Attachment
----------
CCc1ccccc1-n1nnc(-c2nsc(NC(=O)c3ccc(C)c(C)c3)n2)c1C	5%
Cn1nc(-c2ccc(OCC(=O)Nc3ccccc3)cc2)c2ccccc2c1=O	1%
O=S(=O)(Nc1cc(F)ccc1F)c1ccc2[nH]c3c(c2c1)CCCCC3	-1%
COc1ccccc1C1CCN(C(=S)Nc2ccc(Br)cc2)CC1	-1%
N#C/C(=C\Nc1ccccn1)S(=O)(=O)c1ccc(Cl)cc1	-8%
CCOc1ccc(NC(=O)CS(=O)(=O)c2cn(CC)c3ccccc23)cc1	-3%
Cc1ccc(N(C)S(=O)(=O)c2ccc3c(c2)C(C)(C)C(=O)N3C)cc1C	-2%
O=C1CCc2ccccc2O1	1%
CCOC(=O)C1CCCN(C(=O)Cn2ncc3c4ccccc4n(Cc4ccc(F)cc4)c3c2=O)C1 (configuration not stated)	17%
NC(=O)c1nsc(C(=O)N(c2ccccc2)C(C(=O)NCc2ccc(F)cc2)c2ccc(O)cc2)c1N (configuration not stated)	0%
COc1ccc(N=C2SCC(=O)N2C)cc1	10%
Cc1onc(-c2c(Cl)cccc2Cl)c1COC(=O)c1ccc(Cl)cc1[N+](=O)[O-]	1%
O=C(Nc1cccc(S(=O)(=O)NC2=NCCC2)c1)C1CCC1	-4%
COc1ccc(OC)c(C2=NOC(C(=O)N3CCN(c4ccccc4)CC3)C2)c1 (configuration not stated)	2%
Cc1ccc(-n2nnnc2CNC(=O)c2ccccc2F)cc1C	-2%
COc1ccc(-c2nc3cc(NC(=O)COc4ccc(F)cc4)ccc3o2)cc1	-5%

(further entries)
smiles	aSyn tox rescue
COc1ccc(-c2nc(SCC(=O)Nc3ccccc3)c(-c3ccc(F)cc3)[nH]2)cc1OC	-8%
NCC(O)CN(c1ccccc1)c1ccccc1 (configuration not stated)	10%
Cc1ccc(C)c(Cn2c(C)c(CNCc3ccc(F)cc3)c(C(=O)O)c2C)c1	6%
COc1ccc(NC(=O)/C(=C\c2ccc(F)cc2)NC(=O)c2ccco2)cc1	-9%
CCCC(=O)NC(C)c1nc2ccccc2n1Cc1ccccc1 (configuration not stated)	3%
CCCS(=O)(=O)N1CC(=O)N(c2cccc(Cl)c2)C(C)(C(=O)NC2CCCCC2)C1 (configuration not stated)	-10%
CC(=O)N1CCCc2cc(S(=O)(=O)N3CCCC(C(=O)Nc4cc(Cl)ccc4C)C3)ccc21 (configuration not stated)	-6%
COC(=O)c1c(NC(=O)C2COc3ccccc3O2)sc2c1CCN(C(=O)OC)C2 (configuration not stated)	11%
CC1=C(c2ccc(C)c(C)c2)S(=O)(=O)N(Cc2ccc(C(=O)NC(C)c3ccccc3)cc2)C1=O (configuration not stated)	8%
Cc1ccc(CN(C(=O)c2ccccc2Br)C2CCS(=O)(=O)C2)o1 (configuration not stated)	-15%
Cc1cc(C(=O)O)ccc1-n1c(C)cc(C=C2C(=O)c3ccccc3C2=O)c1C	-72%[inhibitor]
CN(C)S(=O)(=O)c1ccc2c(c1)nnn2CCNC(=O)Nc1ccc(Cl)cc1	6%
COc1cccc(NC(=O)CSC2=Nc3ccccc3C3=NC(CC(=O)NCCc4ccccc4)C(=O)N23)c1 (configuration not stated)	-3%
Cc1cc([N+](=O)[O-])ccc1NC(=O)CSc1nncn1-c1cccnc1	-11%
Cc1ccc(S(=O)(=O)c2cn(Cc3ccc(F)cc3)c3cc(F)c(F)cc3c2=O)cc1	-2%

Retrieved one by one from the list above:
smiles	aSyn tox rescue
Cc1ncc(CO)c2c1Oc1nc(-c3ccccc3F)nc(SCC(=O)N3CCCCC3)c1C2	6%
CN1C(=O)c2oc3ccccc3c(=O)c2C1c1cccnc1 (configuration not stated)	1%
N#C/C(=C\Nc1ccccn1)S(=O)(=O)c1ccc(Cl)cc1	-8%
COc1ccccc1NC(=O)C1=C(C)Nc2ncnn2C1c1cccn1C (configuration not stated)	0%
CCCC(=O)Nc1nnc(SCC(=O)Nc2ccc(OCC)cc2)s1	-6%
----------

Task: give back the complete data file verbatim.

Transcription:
CCc1ccccc1-n1nnc(-c2nsc(NC(=O)c3ccc(C)c(C)c3)n2)c1C	5%
Cn1nc(-c2ccc(OCC(=O)Nc3ccccc3)cc2)c2ccccc2c1=O	1%
O=S(=O)(Nc1cc(F)ccc1F)c1ccc2[nH]c3c(c2c1)CCCCC3	-1%
COc1ccccc1C1CCN(C(=S)Nc2ccc(Br)cc2)CC1	-1%
N#C/C(=C\Nc1ccccn1)S(=O)(=O)c1ccc(Cl)cc1	-8%
CCOc1ccc(NC(=O)CS(=O)(=O)c2cn(CC)c3ccccc23)cc1	-3%
Cc1ccc(N(C)S(=O)(=O)c2ccc3c(c2)C(C)(C)C(=O)N3C)cc1C	-2%
O=C1CCc2ccccc2O1	1%
CCOC(=O)C1CCCN(C(=O)Cn2ncc3c4ccccc4n(Cc4ccc(F)cc4)c3c2=O)C1 (configuration not stated)	17%
NC(=O)c1nsc(C(=O)N(c2ccccc2)C(C(=O)NCc2ccc(F)cc2)c2ccc(O)cc2)c1N (configuration not stated)	0%
COc1ccc(N=C2SCC(=O)N2C)cc1	10%
Cc1onc(-c2c(Cl)cccc2Cl)c1COC(=O)c1ccc(Cl)cc1[N+](=O)[O-]	1%
O=C(Nc1cccc(S(=O)(=O)NC2=NCCC2)c1)C1CCC1	-4%
COc1ccc(OC)c(C2=NOC(C(=O)N3CCN(c4ccccc4)CC3)C2)c1 (configuration not stated)	2%
Cc1ccc(-n2nnnc2CNC(=O)c2ccccc2F)cc1C	-2%
COc1ccc(-c2nc3cc(NC(=O)COc4ccc(F)cc4)ccc3o2)cc1	-5%

(further entries)
smiles	aSyn tox rescue
COc1ccc(-c2nc(SCC(=O)Nc3ccccc3)c(-c3ccc(F)cc3)[nH]2)cc1OC	-8%
NCC(O)CN(c1ccccc1)c1ccccc1 (configuration not stated)	10%
Cc1ccc(C)c(Cn2c(C)c(CNCc3ccc(F)cc3)c(C(=O)O)c2C)c1	6%
COc1ccc(NC(=O)/C(=C\c2ccc(F)cc2)NC(=O)c2ccco2)cc1	-9%
CCCC(=O)NC(C)c1nc2ccccc2n1Cc1ccccc1 (configuration not stated)	3%
CCCS(=O)(=O)N1CC(=O)N(c2cccc(Cl)c2)C(C)(C(=O)NC2CCCCC2)C1 (configuration not stated)	-10%
CC(=O)N1CCCc2cc(S(=O)(=O)N3CCCC(C(=O)Nc4cc(Cl)ccc4C)C3)ccc21 (configuration not stated)	-6%
COC(=O)c1c(NC(=O)C2COc3ccccc3O2)sc2c1CCN(C(=O)OC)C2 (configuration not stated)	11%
CC1=C(c2ccc(C)c(C)c2)S(=O)(=O)N(Cc2ccc(C(=O)NC(C)c3ccccc3)cc2)C1=O (configuration not stated)	8%
Cc1ccc(CN(C(=O)c2ccccc2Br)C2CCS(=O)(=O)C2)o1 (configuration not stated)	-15%
Cc1cc(C(=O)O)ccc1-n1c(C)cc(C=C2C(=O)c3ccccc3C2=O)c1C	-72%[inhibitor]
CN(C)S(=O)(=O)c1ccc2c(c1)nnn2CCNC(=O)Nc1ccc(Cl)cc1	6%
COc1cccc(NC(=O)CSC2=Nc3ccccc3C3=NC(CC(=O)NCCc4ccccc4)C(=O)N23)c1 (configuration not stated)	-3%
Cc1cc([N+](=O)[O-])ccc1NC(=O)CSc1nncn1-c1cccnc1	-11%
Cc1ccc(S(=O)(=O)c2cn(Cc3ccc(F)cc3)c3cc(F)c(F)cc3c2=O)cc1	-2%

Retrieved one by one from the list above:
smiles	aSyn tox rescue
Cc1ncc(CO)c2c1Oc1nc(-c3ccccc3F)nc(SCC(=O)N3CCCCC3)c1C2	6%
CN1C(=O)c2oc3ccccc3c(=O)c2C1c1cccnc1 (configuration not stated)	1%
N#C/C(=C\Nc1ccccn1)S(=O)(=O)c1ccc(Cl)cc1	-8%
COc1ccccc1NC(=O)C1=C(C)Nc2ncnn2C1c1cccn1C (configuration not stated)	0%
CCCC(=O)Nc1nnc(SCC(=O)Nc2ccc(OCC)cc2)s1	-6%